Congratulations to BU PhD student Dimitrios Vlachos who had his PROSPERO protocol published [1].   Dimitrios working on a project promoting the Mediterranean-style diet in childbearing age, he is supervised across faculties by Dr. Fotini Tsofliou and Prof. Katherine Appleton.

Well done!

Prof. Edwin van Teijlingen

Centre for Midwifery, Maternal & Perinatal Health (CMMPH)

 

Reference:

  1. Tsofliou, F., Appleton, K., Vlachos, D. (2018) Barriers and facilitators to following a Mediterranean style diet in adults: a systematic review of observational and qualitative studies. PROSPERO 2018 CRD42018116515

 

 

 

New paper on Nepal by FHSS’s Dr. Nirmal Aryal

Many congratulations to Dr. Nirmal Aryal, postdoctoral researcher in FHSS for his new publication ‘Blood pressure and hypertension in people living at high altitude in Nepal’ in Hypertension Research [1]. Hypertension Research is a prestigious journal published by Nature (Impact Factor of 3.4).

This is the first study of its kind to collect cardiovascular disease and risk factors related information at four different altitude levels above or equal to 2800 m and from ethnically diverse samples. This paper highlighted that despite known hypoxia-induced favourable physiological responses on blood pressure, high altitude residents (>2800 m) in Nepal might have an increased risk of raised blood pressure associated with lifestyle factors and clinicians should be aware of it. The authors previously published a systematic review paper summarizing global evidence on the relationship between blood pressure and high altitude [2].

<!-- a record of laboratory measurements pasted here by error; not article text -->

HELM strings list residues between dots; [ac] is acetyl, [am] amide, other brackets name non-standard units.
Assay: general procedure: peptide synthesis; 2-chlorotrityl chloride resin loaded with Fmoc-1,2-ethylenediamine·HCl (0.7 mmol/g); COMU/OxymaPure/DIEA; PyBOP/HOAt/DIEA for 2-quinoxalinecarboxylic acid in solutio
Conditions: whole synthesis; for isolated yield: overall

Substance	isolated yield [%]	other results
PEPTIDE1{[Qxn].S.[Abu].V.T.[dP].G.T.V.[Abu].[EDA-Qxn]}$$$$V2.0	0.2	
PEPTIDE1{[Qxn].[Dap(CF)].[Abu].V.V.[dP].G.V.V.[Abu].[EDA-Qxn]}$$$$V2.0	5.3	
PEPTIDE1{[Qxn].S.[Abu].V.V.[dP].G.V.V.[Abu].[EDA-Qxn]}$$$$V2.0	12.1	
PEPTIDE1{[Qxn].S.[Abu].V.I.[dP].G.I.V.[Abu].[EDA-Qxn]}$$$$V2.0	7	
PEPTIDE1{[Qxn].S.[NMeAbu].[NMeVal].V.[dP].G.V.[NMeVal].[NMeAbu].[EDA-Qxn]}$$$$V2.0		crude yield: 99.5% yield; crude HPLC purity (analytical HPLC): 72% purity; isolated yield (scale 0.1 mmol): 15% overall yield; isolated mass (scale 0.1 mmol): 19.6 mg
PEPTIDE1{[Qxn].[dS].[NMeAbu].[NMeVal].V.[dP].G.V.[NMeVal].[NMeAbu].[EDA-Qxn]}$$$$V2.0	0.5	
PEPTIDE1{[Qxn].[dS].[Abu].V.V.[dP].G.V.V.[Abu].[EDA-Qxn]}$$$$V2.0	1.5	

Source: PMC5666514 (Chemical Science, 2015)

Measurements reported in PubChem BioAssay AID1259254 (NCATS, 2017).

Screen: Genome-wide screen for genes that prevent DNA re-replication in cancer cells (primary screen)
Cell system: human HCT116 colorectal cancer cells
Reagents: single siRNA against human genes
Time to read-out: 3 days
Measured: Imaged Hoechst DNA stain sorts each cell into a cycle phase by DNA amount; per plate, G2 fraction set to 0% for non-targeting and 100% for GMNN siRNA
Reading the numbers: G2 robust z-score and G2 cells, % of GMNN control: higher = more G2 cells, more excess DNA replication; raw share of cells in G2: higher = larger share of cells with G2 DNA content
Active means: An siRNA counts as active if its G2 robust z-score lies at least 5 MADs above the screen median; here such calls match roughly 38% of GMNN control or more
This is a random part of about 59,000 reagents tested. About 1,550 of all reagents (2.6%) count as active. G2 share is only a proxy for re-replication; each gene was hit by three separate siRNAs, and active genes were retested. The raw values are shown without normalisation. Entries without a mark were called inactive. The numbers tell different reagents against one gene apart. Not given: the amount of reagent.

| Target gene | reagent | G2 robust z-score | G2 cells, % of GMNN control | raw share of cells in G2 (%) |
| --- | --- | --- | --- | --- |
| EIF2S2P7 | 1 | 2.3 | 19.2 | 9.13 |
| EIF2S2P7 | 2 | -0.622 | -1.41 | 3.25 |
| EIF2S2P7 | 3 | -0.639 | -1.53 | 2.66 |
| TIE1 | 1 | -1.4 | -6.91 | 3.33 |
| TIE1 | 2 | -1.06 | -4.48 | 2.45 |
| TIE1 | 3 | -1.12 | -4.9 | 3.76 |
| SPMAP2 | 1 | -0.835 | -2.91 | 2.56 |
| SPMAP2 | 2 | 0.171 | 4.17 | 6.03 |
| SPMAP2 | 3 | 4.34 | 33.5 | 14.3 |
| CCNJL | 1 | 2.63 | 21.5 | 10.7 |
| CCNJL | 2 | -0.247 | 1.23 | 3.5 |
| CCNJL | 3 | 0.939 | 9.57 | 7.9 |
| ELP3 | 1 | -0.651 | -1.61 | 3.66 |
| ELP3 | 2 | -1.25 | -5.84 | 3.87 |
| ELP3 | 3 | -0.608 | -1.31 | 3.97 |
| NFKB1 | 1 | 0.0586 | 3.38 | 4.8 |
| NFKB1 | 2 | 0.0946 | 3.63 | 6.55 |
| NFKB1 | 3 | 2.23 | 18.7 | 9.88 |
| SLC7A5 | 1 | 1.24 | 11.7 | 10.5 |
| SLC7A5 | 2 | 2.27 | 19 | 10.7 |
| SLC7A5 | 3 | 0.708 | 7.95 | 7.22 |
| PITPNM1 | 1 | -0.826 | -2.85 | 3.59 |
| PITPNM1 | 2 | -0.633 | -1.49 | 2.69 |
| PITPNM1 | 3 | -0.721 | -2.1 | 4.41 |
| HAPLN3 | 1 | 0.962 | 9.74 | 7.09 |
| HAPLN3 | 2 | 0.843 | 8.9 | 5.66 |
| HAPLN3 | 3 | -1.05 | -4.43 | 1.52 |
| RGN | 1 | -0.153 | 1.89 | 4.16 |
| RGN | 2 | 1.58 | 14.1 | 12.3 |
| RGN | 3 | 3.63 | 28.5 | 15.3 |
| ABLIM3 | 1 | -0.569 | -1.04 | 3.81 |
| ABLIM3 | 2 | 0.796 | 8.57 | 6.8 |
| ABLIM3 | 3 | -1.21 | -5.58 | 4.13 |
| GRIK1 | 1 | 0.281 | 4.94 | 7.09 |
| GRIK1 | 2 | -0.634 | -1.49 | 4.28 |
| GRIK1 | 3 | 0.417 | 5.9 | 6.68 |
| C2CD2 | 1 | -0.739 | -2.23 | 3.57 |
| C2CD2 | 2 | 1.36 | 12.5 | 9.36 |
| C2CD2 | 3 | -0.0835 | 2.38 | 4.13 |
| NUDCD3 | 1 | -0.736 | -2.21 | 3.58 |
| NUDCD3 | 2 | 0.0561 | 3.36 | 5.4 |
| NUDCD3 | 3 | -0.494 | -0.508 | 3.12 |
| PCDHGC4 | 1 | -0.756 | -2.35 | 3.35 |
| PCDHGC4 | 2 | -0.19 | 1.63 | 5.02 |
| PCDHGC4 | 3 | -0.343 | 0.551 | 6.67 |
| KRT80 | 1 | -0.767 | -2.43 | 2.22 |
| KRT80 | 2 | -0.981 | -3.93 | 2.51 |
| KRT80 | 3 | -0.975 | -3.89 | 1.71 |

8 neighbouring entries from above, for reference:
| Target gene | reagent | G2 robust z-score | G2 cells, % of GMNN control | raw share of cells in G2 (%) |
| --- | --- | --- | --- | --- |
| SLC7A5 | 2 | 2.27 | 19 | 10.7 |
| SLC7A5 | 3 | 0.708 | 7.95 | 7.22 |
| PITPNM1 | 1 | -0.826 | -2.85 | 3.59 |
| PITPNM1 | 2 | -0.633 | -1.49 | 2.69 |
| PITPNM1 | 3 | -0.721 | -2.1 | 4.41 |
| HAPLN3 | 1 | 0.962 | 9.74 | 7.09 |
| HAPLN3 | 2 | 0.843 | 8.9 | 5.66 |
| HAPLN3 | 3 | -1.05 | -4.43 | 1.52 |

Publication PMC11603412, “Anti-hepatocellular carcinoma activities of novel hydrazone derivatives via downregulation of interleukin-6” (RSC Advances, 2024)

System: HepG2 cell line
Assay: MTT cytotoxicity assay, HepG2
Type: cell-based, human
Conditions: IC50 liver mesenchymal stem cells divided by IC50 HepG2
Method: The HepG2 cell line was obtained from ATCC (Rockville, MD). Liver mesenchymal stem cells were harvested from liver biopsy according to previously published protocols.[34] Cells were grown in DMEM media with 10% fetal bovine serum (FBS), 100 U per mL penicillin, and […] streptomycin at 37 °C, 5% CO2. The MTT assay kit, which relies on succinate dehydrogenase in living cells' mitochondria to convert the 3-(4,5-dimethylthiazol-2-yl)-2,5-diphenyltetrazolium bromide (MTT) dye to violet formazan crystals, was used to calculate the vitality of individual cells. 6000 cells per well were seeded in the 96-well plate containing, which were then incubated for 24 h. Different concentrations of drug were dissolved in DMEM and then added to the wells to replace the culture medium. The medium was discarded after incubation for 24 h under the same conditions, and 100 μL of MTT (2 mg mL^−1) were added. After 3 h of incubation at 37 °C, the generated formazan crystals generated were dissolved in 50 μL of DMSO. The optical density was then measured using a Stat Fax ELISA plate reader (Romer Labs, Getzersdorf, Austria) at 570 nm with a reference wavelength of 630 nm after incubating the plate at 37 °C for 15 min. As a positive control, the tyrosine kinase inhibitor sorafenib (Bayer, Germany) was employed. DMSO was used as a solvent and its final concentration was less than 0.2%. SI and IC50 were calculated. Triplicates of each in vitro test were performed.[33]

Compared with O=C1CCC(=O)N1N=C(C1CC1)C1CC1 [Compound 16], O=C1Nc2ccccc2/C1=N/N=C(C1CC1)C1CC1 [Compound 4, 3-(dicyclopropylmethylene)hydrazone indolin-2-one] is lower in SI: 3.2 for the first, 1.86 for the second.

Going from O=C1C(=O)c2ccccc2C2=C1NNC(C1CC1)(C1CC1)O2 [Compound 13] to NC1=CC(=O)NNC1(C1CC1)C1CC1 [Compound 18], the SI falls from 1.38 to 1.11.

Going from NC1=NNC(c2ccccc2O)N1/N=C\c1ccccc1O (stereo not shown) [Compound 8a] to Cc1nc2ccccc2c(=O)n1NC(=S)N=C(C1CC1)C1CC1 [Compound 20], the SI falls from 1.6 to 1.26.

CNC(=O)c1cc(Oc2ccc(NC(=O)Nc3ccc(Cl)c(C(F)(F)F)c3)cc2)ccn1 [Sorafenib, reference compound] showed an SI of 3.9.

This publication is available online at: https://www.nature.com/articles/s41440-018-0138-x and pre-refereed version is available in BURO.

Well done!

Dr. Pramod Regmi & Prof. Edwin van Teijlingen

 

References:

  1. Aryal N, Weatherall M, Bhatta YKD, Mann S. Blood pressure and hypertension in people living at high altitude in Nepal. Hypertension Res 2018 doi: 10.1038/s41440-018-0138-x[published Online First: Epub Date]|
  2. Aryal N, Weatherall M, Bhatta YKD, Mann S. Blood pressure and hypertension in adults permanently living at high altitude: a systematic review and meta-analysis. High Alt Med Biol 2016; 17: 185-193.

BU leads the development of eHealth gamification toolkit

The EU has countersigned the grant agreement for a BU led H2020-MSCA-RISE-2008 project on the development of a gamification toolkit for eHealth and mHealth product. The project consortium comprises six partners, including BU, the University of Malaga, a large hospital network in Spain, and three leading SMEs in the EU specialising in IoT, data science and mobile apps. The project team will investigate evidence-based gamification techniques to enhance the efficacy of eHealth and mHealth products, lower the cost of the innovation process and reduce the risk to people from adverse consequences.

Professor Wen Tang, Director of Centre for Games and Music Technologies based in the department of Creative Technology Faculty of Science and Technology, will lead the consortium and her team at BU with a total of 837,2000 euros grant support from EU, of which 197,800 euros to BU.

Highly topical BU article on BREXIT